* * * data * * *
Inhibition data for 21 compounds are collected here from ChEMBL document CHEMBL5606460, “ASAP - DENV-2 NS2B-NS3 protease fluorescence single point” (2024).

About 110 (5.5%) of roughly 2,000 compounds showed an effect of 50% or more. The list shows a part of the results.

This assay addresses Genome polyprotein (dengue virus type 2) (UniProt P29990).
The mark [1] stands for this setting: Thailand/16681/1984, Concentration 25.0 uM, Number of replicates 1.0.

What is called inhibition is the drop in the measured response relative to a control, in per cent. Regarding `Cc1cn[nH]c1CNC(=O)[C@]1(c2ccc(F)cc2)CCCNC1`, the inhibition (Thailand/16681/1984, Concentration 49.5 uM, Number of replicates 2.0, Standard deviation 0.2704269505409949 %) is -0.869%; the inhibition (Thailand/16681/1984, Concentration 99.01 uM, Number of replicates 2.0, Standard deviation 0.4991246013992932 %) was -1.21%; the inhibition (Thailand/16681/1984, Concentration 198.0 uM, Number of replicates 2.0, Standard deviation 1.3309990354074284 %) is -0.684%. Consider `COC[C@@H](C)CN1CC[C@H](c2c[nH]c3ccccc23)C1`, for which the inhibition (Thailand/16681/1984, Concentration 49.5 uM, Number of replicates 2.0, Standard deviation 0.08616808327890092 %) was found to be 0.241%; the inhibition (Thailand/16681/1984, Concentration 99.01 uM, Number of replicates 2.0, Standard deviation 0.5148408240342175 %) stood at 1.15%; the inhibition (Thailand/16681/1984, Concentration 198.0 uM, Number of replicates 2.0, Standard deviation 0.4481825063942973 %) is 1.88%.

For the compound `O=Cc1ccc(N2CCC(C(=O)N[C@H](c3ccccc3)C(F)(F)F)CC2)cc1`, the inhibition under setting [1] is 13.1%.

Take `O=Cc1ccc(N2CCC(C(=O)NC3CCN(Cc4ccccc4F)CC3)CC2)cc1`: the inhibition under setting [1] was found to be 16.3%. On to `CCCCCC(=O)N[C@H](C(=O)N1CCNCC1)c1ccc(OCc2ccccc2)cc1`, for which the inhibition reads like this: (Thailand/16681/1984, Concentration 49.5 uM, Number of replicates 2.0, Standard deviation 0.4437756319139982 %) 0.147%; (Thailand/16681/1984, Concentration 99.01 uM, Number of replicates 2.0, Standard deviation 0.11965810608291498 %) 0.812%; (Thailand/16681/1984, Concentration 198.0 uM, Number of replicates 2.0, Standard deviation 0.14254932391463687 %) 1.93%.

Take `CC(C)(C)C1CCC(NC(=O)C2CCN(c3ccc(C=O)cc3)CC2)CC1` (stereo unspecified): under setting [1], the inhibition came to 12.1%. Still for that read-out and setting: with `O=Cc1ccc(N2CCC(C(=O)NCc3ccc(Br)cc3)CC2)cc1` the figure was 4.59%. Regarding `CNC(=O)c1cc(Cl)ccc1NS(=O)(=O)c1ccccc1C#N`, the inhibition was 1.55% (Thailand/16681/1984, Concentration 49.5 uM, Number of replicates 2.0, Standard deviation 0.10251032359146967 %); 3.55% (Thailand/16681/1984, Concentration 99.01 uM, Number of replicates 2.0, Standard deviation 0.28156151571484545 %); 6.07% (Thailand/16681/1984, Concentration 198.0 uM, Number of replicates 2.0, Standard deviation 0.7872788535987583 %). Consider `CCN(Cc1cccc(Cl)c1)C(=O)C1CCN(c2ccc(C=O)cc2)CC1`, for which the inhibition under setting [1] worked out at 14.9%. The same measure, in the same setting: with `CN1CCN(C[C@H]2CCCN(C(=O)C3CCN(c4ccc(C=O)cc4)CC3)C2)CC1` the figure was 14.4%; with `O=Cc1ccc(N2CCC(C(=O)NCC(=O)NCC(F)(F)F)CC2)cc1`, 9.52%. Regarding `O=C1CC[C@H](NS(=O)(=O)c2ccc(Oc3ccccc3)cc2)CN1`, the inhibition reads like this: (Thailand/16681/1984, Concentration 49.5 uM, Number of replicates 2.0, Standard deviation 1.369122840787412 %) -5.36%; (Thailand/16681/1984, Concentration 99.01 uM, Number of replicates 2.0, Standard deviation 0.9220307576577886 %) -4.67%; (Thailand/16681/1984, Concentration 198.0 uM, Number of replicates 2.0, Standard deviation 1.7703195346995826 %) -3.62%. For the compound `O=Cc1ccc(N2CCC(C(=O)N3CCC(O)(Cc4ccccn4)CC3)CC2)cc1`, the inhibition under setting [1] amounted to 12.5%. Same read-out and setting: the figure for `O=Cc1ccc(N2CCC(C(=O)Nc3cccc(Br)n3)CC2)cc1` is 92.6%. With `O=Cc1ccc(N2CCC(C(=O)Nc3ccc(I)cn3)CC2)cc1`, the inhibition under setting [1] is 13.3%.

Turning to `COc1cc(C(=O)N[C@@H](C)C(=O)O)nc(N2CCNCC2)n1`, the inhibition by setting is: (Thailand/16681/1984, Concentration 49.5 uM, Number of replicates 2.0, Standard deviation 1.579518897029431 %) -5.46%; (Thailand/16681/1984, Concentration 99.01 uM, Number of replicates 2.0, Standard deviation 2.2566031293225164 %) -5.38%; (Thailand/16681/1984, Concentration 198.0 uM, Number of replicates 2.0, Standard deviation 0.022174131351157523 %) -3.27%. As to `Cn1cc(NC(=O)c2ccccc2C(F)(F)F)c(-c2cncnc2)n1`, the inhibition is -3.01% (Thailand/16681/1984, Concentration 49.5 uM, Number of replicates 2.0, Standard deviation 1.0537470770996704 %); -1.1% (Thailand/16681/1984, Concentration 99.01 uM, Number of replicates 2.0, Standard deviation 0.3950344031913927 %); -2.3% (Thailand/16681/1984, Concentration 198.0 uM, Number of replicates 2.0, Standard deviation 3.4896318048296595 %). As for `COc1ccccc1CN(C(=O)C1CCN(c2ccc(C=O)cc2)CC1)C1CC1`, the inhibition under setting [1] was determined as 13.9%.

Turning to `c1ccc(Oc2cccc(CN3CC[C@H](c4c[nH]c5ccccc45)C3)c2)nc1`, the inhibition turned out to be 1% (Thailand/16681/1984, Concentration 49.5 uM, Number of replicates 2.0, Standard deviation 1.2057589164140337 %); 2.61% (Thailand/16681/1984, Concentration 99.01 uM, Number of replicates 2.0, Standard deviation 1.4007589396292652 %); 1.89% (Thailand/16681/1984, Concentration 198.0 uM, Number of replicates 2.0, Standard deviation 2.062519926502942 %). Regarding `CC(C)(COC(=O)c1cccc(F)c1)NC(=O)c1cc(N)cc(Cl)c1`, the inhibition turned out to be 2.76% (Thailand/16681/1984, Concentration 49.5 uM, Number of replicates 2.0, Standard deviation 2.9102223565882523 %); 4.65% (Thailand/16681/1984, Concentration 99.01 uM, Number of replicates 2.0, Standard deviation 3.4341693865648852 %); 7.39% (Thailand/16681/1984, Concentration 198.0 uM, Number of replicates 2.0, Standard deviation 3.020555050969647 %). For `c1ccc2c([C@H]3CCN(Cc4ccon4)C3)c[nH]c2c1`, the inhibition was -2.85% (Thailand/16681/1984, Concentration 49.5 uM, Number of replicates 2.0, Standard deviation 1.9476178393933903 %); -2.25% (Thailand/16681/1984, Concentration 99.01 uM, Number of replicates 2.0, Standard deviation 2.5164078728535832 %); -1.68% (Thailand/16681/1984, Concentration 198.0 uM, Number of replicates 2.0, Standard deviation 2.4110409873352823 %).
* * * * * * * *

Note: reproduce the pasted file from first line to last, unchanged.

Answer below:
Inhibition data for 21 compounds are collected here from ChEMBL document CHEMBL5606460, “ASAP - DENV-2 NS2B-NS3 protease fluorescence single point” (2024).

About 110 (5.5%) of roughly 2,000 compounds showed an effect of 50% or more. The list shows a part of the results.

This assay addresses Genome polyprotein (dengue virus type 2) (UniProt P29990).
The mark [1] stands for this setting: Thailand/16681/1984, Concentration 25.0 uM, Number of replicates 1.0.

What is called inhibition is the drop in the measured response relative to a control, in per cent. Regarding `Cc1cn[nH]c1CNC(=O)[C@]1(c2ccc(F)cc2)CCCNC1`, the inhibition (Thailand/16681/1984, Concentration 49.5 uM, Number of replicates 2.0, Standard deviation 0.2704269505409949 %) is -0.869%; the inhibition (Thailand/16681/1984, Concentration 99.01 uM, Number of replicates 2.0, Standard deviation 0.4991246013992932 %) was -1.21%; the inhibition (Thailand/16681/1984, Concentration 198.0 uM, Number of replicates 2.0, Standard deviation 1.3309990354074284 %) is -0.684%. Consider `COC[C@@H](C)CN1CC[C@H](c2c[nH]c3ccccc23)C1`, for which the inhibition (Thailand/16681/1984, Concentration 49.5 uM, Number of replicates 2.0, Standard deviation 0.08616808327890092 %) was found to be 0.241%; the inhibition (Thailand/16681/1984, Concentration 99.01 uM, Number of replicates 2.0, Standard deviation 0.5148408240342175 %) stood at 1.15%; the inhibition (Thailand/16681/1984, Concentration 198.0 uM, Number of replicates 2.0, Standard deviation 0.4481825063942973 %) is 1.88%.

For the compound `O=Cc1ccc(N2CCC(C(=O)N[C@H](c3ccccc3)C(F)(F)F)CC2)cc1`, the inhibition under setting [1] is 13.1%.

Take `O=Cc1ccc(N2CCC(C(=O)NC3CCN(Cc4ccccc4F)CC3)CC2)cc1`: the inhibition under setting [1] was found to be 16.3%. On to `CCCCCC(=O)N[C@H](C(=O)N1CCNCC1)c1ccc(OCc2ccccc2)cc1`, for which the inhibition reads like this: (Thailand/16681/1984, Concentration 49.5 uM, Number of replicates 2.0, Standard deviation 0.4437756319139982 %) 0.147%; (Thailand/16681/1984, Concentration 99.01 uM, Number of replicates 2.0, Standard deviation 0.11965810608291498 %) 0.812%; (Thailand/16681/1984, Concentration 198.0 uM, Number of replicates 2.0, Standard deviation 0.14254932391463687 %) 1.93%.

Take `CC(C)(C)C1CCC(NC(=O)C2CCN(c3ccc(C=O)cc3)CC2)CC1` (stereo unspecified): under setting [1], the inhibition came to 12.1%. Still for that read-out and setting: with `O=Cc1ccc(N2CCC(C(=O)NCc3ccc(Br)cc3)CC2)cc1` the figure was 4.59%. Regarding `CNC(=O)c1cc(Cl)ccc1NS(=O)(=O)c1ccccc1C#N`, the inhibition was 1.55% (Thailand/16681/1984, Concentration 49.5 uM, Number of replicates 2.0, Standard deviation 0.10251032359146967 %); 3.55% (Thailand/16681/1984, Concentration 99.01 uM, Number of replicates 2.0, Standard deviation 0.28156151571484545 %); 6.07% (Thailand/16681/1984, Concentration 198.0 uM, Number of replicates 2.0, Standard deviation 0.7872788535987583 %). Consider `CCN(Cc1cccc(Cl)c1)C(=O)C1CCN(c2ccc(C=O)cc2)CC1`, for which the inhibition under setting [1] worked out at 14.9%. The same measure, in the same setting: with `CN1CCN(C[C@H]2CCCN(C(=O)C3CCN(c4ccc(C=O)cc4)CC3)C2)CC1` the figure was 14.4%; with `O=Cc1ccc(N2CCC(C(=O)NCC(=O)NCC(F)(F)F)CC2)cc1`, 9.52%. Regarding `O=C1CC[C@H](NS(=O)(=O)c2ccc(Oc3ccccc3)cc2)CN1`, the inhibition reads like this: (Thailand/16681/1984, Concentration 49.5 uM, Number of replicates 2.0, Standard deviation 1.369122840787412 %) -5.36%; (Thailand/16681/1984, Concentration 99.01 uM, Number of replicates 2.0, Standard deviation 0.9220307576577886 %) -4.67%; (Thailand/16681/1984, Concentration 198.0 uM, Number of replicates 2.0, Standard deviation 1.7703195346995826 %) -3.62%. For the compound `O=Cc1ccc(N2CCC(C(=O)N3CCC(O)(Cc4ccccn4)CC3)CC2)cc1`, the inhibition under setting [1] amounted to 12.5%. Same read-out and setting: the figure for `O=Cc1ccc(N2CCC(C(=O)Nc3cccc(Br)n3)CC2)cc1` is 92.6%. With `O=Cc1ccc(N2CCC(C(=O)Nc3ccc(I)cn3)CC2)cc1`, the inhibition under setting [1] is 13.3%.

Turning to `COc1cc(C(=O)N[C@@H](C)C(=O)O)nc(N2CCNCC2)n1`, the inhibition by setting is: (Thailand/16681/1984, Concentration 49.5 uM, Number of replicates 2.0, Standard deviation 1.579518897029431 %) -5.46%; (Thailand/16681/1984, Concentration 99.01 uM, Number of replicates 2.0, Standard deviation 2.2566031293225164 %) -5.38%; (Thailand/16681/1984, Concentration 198.0 uM, Number of replicates 2.0, Standard deviation 0.022174131351157523 %) -3.27%. As to `Cn1cc(NC(=O)c2ccccc2C(F)(F)F)c(-c2cncnc2)n1`, the inhibition is -3.01% (Thailand/16681/1984, Concentration 49.5 uM, Number of replicates 2.0, Standard deviation 1.0537470770996704 %); -1.1% (Thailand/16681/1984, Concentration 99.01 uM, Number of replicates 2.0, Standard deviation 0.3950344031913927 %); -2.3% (Thailand/16681/1984, Concentration 198.0 uM, Number of replicates 2.0, Standard deviation 3.4896318048296595 %). As for `COc1ccccc1CN(C(=O)C1CCN(c2ccc(C=O)cc2)CC1)C1CC1`, the inhibition under setting [1] was determined as 13.9%.

Turning to `c1ccc(Oc2cccc(CN3CC[C@H](c4c[nH]c5ccccc45)C3)c2)nc1`, the inhibition turned out to be 1% (Thailand/16681/1984, Concentration 49.5 uM, Number of replicates 2.0, Standard deviation 1.2057589164140337 %); 2.61% (Thailand/16681/1984, Concentration 99.01 uM, Number of replicates 2.0, Standard deviation 1.4007589396292652 %); 1.89% (Thailand/16681/1984, Concentration 198.0 uM, Number of replicates 2.0, Standard deviation 2.062519926502942 %). Regarding `CC(C)(COC(=O)c1cccc(F)c1)NC(=O)c1cc(N)cc(Cl)c1`, the inhibition turned out to be 2.76% (Thailand/16681/1984, Concentration 49.5 uM, Number of replicates 2.0, Standard deviation 2.9102223565882523 %); 4.65% (Thailand/16681/1984, Concentration 99.01 uM, Number of replicates 2.0, Standard deviation 3.4341693865648852 %); 7.39% (Thailand/16681/1984, Concentration 198.0 uM, Number of replicates 2.0, Standard deviation 3.020555050969647 %). For `c1ccc2c([C@H]3CCN(Cc4ccon4)C3)c[nH]c2c1`, the inhibition was -2.85% (Thailand/16681/1984, Concentration 49.5 uM, Number of replicates 2.0, Standard deviation 1.9476178393933903 %); -2.25% (Thailand/16681/1984, Concentration 99.01 uM, Number of replicates 2.0, Standard deviation 2.5164078728535832 %); -1.68% (Thailand/16681/1984, Concentration 198.0 uM, Number of replicates 2.0, Standard deviation 2.4110409873352823 %).